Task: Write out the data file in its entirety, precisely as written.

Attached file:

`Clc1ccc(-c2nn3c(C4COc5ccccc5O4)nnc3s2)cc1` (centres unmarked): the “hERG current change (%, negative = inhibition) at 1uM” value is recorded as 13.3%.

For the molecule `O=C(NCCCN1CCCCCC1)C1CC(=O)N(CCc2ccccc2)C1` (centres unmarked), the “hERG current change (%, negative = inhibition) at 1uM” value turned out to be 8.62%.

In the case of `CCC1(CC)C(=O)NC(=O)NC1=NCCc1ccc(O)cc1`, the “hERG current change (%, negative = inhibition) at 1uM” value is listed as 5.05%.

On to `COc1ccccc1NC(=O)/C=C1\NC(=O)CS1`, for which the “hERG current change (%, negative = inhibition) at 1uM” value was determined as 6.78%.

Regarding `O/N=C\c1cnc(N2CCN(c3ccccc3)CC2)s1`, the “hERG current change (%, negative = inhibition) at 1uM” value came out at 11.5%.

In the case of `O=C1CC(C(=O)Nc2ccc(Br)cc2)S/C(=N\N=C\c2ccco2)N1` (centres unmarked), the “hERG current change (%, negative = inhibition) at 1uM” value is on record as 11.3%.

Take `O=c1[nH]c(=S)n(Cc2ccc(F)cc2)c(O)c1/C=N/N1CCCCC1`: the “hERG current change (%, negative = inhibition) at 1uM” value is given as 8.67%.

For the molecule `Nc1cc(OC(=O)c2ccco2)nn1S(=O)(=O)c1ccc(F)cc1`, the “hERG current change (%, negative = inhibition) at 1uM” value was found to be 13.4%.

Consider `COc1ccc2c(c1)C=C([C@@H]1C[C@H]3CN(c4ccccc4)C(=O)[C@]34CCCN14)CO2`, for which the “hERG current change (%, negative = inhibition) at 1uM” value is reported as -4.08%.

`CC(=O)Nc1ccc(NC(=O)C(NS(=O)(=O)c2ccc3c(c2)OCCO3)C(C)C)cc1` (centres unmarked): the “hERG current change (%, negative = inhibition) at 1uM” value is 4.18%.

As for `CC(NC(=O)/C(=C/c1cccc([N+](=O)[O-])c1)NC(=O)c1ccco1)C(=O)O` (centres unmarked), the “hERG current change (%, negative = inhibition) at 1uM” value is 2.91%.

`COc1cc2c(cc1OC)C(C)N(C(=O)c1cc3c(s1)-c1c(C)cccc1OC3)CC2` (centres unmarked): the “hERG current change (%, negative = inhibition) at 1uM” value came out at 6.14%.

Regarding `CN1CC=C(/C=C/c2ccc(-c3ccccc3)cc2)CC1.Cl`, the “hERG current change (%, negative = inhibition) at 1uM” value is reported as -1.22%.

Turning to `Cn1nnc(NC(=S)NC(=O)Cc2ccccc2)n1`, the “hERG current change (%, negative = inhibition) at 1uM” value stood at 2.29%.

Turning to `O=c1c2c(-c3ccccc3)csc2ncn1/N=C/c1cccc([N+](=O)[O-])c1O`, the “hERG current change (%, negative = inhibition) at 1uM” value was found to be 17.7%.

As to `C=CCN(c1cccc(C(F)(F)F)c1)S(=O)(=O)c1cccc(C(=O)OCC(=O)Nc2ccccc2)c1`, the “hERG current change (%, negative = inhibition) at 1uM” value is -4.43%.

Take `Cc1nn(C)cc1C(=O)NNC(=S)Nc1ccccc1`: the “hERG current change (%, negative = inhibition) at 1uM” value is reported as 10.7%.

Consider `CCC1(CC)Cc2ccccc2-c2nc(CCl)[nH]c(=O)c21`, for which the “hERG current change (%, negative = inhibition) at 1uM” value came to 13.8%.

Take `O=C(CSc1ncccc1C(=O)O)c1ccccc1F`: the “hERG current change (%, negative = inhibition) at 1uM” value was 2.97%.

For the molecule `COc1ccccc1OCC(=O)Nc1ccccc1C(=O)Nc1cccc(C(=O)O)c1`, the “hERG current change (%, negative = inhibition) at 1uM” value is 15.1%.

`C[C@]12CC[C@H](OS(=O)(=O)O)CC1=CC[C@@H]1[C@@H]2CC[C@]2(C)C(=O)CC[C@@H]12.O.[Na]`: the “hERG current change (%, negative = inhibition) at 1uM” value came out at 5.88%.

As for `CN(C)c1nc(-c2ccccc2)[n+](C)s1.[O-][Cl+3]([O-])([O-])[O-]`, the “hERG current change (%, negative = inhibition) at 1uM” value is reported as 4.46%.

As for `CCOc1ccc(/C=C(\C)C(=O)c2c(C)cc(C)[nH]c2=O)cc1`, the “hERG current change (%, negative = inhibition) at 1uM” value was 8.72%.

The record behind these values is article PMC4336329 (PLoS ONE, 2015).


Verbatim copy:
`Clc1ccc(-c2nn3c(C4COc5ccccc5O4)nnc3s2)cc1` (centres unmarked): the “hERG current change (%, negative = inhibition) at 1uM” value is recorded as 13.3%.

For the molecule `O=C(NCCCN1CCCCCC1)C1CC(=O)N(CCc2ccccc2)C1` (centres unmarked), the “hERG current change (%, negative = inhibition) at 1uM” value turned out to be 8.62%.

In the case of `CCC1(CC)C(=O)NC(=O)NC1=NCCc1ccc(O)cc1`, the “hERG current change (%, negative = inhibition) at 1uM” value is listed as 5.05%.

On to `COc1ccccc1NC(=O)/C=C1\NC(=O)CS1`, for which the “hERG current change (%, negative = inhibition) at 1uM” value was determined as 6.78%.

Regarding `O/N=C\c1cnc(N2CCN(c3ccccc3)CC2)s1`, the “hERG current change (%, negative = inhibition) at 1uM” value came out at 11.5%.

In the case of `O=C1CC(C(=O)Nc2ccc(Br)cc2)S/C(=N\N=C\c2ccco2)N1` (centres unmarked), the “hERG current change (%, negative = inhibition) at 1uM” value is on record as 11.3%.

Take `O=c1[nH]c(=S)n(Cc2ccc(F)cc2)c(O)c1/C=N/N1CCCCC1`: the “hERG current change (%, negative = inhibition) at 1uM” value is given as 8.67%.

For the molecule `Nc1cc(OC(=O)c2ccco2)nn1S(=O)(=O)c1ccc(F)cc1`, the “hERG current change (%, negative = inhibition) at 1uM” value was found to be 13.4%.

Consider `COc1ccc2c(c1)C=C([C@@H]1C[C@H]3CN(c4ccccc4)C(=O)[C@]34CCCN14)CO2`, for which the “hERG current change (%, negative = inhibition) at 1uM” value is reported as -4.08%.

`CC(=O)Nc1ccc(NC(=O)C(NS(=O)(=O)c2ccc3c(c2)OCCO3)C(C)C)cc1` (centres unmarked): the “hERG current change (%, negative = inhibition) at 1uM” value is 4.18%.

As for `CC(NC(=O)/C(=C/c1cccc([N+](=O)[O-])c1)NC(=O)c1ccco1)C(=O)O` (centres unmarked), the “hERG current change (%, negative = inhibition) at 1uM” value is 2.91%.

`COc1cc2c(cc1OC)C(C)N(C(=O)c1cc3c(s1)-c1c(C)cccc1OC3)CC2` (centres unmarked): the “hERG current change (%, negative = inhibition) at 1uM” value came out at 6.14%.

Regarding `CN1CC=C(/C=C/c2ccc(-c3ccccc3)cc2)CC1.Cl`, the “hERG current change (%, negative = inhibition) at 1uM” value is reported as -1.22%.

Turning to `Cn1nnc(NC(=S)NC(=O)Cc2ccccc2)n1`, the “hERG current change (%, negative = inhibition) at 1uM” value stood at 2.29%.

Turning to `O=c1c2c(-c3ccccc3)csc2ncn1/N=C/c1cccc([N+](=O)[O-])c1O`, the “hERG current change (%, negative = inhibition) at 1uM” value was found to be 17.7%.

As to `C=CCN(c1cccc(C(F)(F)F)c1)S(=O)(=O)c1cccc(C(=O)OCC(=O)Nc2ccccc2)c1`, the “hERG current change (%, negative = inhibition) at 1uM” value is -4.43%.

Take `Cc1nn(C)cc1C(=O)NNC(=S)Nc1ccccc1`: the “hERG current change (%, negative = inhibition) at 1uM” value is reported as 10.7%.

Consider `CCC1(CC)Cc2ccccc2-c2nc(CCl)[nH]c(=O)c21`, for which the “hERG current change (%, negative = inhibition) at 1uM” value came to 13.8%.

Take `O=C(CSc1ncccc1C(=O)O)c1ccccc1F`: the “hERG current change (%, negative = inhibition) at 1uM” value was 2.97%.

For the molecule `COc1ccccc1OCC(=O)Nc1ccccc1C(=O)Nc1cccc(C(=O)O)c1`, the “hERG current change (%, negative = inhibition) at 1uM” value is 15.1%.

`C[C@]12CC[C@H](OS(=O)(=O)O)CC1=CC[C@@H]1[C@@H]2CC[C@]2(C)C(=O)CC[C@@H]12.O.[Na]`: the “hERG current change (%, negative = inhibition) at 1uM” value came out at 5.88%.

As for `CN(C)c1nc(-c2ccccc2)[n+](C)s1.[O-][Cl+3]([O-])([O-])[O-]`, the “hERG current change (%, negative = inhibition) at 1uM” value is reported as 4.46%.

As for `CCOc1ccc(/C=C(\C)C(=O)c2c(C)cc(C)[nH]c2=O)cc1`, the “hERG current change (%, negative = inhibition) at 1uM” value was 8.72%.

The record behind these values is article PMC4336329 (PLoS ONE, 2015).